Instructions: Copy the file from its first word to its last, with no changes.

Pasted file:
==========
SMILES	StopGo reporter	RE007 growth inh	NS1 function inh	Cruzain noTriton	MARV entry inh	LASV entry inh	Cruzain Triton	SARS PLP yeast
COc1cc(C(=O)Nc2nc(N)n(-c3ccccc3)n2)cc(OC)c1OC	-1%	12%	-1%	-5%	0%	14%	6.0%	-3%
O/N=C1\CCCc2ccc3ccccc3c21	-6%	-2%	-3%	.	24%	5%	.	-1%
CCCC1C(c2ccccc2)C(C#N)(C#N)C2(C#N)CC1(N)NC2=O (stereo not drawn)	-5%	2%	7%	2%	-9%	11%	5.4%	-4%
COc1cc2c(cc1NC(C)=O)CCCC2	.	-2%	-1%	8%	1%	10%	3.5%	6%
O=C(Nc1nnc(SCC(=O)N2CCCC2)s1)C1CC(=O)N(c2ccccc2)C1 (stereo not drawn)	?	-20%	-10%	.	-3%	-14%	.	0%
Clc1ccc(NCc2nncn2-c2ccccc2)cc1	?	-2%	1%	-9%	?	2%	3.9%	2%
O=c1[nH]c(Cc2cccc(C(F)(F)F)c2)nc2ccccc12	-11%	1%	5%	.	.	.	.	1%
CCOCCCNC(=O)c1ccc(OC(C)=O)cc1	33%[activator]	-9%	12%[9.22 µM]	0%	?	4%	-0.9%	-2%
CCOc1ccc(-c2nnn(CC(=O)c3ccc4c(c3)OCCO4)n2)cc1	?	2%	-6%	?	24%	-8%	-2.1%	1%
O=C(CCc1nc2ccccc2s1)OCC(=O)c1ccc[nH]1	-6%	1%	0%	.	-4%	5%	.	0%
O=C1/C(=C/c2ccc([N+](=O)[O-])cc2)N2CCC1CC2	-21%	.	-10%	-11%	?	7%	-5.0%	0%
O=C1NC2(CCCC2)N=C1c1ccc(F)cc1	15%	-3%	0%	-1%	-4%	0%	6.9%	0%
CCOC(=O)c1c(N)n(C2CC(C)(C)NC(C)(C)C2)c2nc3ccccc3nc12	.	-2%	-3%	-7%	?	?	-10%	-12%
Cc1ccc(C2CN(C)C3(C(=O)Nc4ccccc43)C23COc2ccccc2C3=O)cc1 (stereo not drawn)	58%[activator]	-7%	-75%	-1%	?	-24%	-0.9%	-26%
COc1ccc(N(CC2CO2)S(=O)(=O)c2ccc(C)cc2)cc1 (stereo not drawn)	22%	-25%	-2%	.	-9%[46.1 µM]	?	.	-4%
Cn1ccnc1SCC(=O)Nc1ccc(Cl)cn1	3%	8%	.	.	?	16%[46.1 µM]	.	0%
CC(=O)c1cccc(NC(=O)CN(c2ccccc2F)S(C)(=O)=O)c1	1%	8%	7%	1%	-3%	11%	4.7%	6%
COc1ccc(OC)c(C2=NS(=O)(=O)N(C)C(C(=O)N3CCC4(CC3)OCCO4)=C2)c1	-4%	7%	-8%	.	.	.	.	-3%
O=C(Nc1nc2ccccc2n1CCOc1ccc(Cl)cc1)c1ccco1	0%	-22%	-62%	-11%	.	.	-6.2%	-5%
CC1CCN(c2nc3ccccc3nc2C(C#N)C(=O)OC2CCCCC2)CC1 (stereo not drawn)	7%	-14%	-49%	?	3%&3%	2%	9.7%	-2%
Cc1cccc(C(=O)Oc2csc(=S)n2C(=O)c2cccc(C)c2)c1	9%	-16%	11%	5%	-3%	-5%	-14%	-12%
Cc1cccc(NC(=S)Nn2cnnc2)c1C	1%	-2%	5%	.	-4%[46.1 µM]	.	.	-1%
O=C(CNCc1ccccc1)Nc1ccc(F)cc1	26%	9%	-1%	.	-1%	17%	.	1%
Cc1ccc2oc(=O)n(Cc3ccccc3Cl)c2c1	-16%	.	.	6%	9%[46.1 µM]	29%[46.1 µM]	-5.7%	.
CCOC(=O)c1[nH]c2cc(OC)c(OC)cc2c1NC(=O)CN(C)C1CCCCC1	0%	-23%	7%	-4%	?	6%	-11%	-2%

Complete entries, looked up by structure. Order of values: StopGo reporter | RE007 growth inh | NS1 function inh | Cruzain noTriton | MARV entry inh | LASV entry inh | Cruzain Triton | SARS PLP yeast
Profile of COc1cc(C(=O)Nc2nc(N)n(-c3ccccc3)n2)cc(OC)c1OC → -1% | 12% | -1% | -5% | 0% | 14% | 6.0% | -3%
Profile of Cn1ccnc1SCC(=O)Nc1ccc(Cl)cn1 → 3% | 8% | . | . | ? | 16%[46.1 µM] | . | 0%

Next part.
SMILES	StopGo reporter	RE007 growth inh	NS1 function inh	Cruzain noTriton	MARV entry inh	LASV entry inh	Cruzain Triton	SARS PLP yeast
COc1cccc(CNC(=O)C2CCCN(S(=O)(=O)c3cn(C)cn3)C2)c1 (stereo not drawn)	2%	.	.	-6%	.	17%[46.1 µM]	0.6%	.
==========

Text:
SMILES	StopGo reporter	RE007 growth inh	NS1 function inh	Cruzain noTriton	MARV entry inh	LASV entry inh	Cruzain Triton	SARS PLP yeast
COc1cc(C(=O)Nc2nc(N)n(-c3ccccc3)n2)cc(OC)c1OC	-1%	12%	-1%	-5%	0%	14%	6.0%	-3%
O/N=C1\CCCc2ccc3ccccc3c21	-6%	-2%	-3%	.	24%	5%	.	-1%
CCCC1C(c2ccccc2)C(C#N)(C#N)C2(C#N)CC1(N)NC2=O (stereo not drawn)	-5%	2%	7%	2%	-9%	11%	5.4%	-4%
COc1cc2c(cc1NC(C)=O)CCCC2	.	-2%	-1%	8%	1%	10%	3.5%	6%
O=C(Nc1nnc(SCC(=O)N2CCCC2)s1)C1CC(=O)N(c2ccccc2)C1 (stereo not drawn)	?	-20%	-10%	.	-3%	-14%	.	0%
Clc1ccc(NCc2nncn2-c2ccccc2)cc1	?	-2%	1%	-9%	?	2%	3.9%	2%
O=c1[nH]c(Cc2cccc(C(F)(F)F)c2)nc2ccccc12	-11%	1%	5%	.	.	.	.	1%
CCOCCCNC(=O)c1ccc(OC(C)=O)cc1	33%[activator]	-9%	12%[9.22 µM]	0%	?	4%	-0.9%	-2%
CCOc1ccc(-c2nnn(CC(=O)c3ccc4c(c3)OCCO4)n2)cc1	?	2%	-6%	?	24%	-8%	-2.1%	1%
O=C(CCc1nc2ccccc2s1)OCC(=O)c1ccc[nH]1	-6%	1%	0%	.	-4%	5%	.	0%
O=C1/C(=C/c2ccc([N+](=O)[O-])cc2)N2CCC1CC2	-21%	.	-10%	-11%	?	7%	-5.0%	0%
O=C1NC2(CCCC2)N=C1c1ccc(F)cc1	15%	-3%	0%	-1%	-4%	0%	6.9%	0%
CCOC(=O)c1c(N)n(C2CC(C)(C)NC(C)(C)C2)c2nc3ccccc3nc12	.	-2%	-3%	-7%	?	?	-10%	-12%
Cc1ccc(C2CN(C)C3(C(=O)Nc4ccccc43)C23COc2ccccc2C3=O)cc1 (stereo not drawn)	58%[activator]	-7%	-75%	-1%	?	-24%	-0.9%	-26%
COc1ccc(N(CC2CO2)S(=O)(=O)c2ccc(C)cc2)cc1 (stereo not drawn)	22%	-25%	-2%	.	-9%[46.1 µM]	?	.	-4%
Cn1ccnc1SCC(=O)Nc1ccc(Cl)cn1	3%	8%	.	.	?	16%[46.1 µM]	.	0%
CC(=O)c1cccc(NC(=O)CN(c2ccccc2F)S(C)(=O)=O)c1	1%	8%	7%	1%	-3%	11%	4.7%	6%
COc1ccc(OC)c(C2=NS(=O)(=O)N(C)C(C(=O)N3CCC4(CC3)OCCO4)=C2)c1	-4%	7%	-8%	.	.	.	.	-3%
O=C(Nc1nc2ccccc2n1CCOc1ccc(Cl)cc1)c1ccco1	0%	-22%	-62%	-11%	.	.	-6.2%	-5%
CC1CCN(c2nc3ccccc3nc2C(C#N)C(=O)OC2CCCCC2)CC1 (stereo not drawn)	7%	-14%	-49%	?	3%&3%	2%	9.7%	-2%
Cc1cccc(C(=O)Oc2csc(=S)n2C(=O)c2cccc(C)c2)c1	9%	-16%	11%	5%	-3%	-5%	-14%	-12%
Cc1cccc(NC(=S)Nn2cnnc2)c1C	1%	-2%	5%	.	-4%[46.1 µM]	.	.	-1%
O=C(CNCc1ccccc1)Nc1ccc(F)cc1	26%	9%	-1%	.	-1%	17%	.	1%
Cc1ccc2oc(=O)n(Cc3ccccc3Cl)c2c1	-16%	.	.	6%	9%[46.1 µM]	29%[46.1 µM]	-5.7%	.
CCOC(=O)c1[nH]c2cc(OC)c(OC)cc2c1NC(=O)CN(C)C1CCCCC1	0%	-23%	7%	-4%	?	6%	-11%	-2%

Complete entries, looked up by structure. Order of values: StopGo reporter | RE007 growth inh | NS1 function inh | Cruzain noTriton | MARV entry inh | LASV entry inh | Cruzain Triton | SARS PLP yeast
Profile of COc1cc(C(=O)Nc2nc(N)n(-c3ccccc3)n2)cc(OC)c1OC → -1% | 12% | -1% | -5% | 0% | 14% | 6.0% | -3%
Profile of Cn1ccnc1SCC(=O)Nc1ccc(Cl)cn1 → 3% | 8% | . | . | ? | 16%[46.1 µM] | . | 0%

Next part.
SMILES	StopGo reporter	RE007 growth inh	NS1 function inh	Cruzain noTriton	MARV entry inh	LASV entry inh	Cruzain Triton	SARS PLP yeast
COc1cccc(CNC(=O)C2CCCN(S(=O)(=O)c3cn(C)cn3)C2)c1 (stereo not drawn)	2%	.	.	-6%	.	17%[46.1 µM]	0.6%	.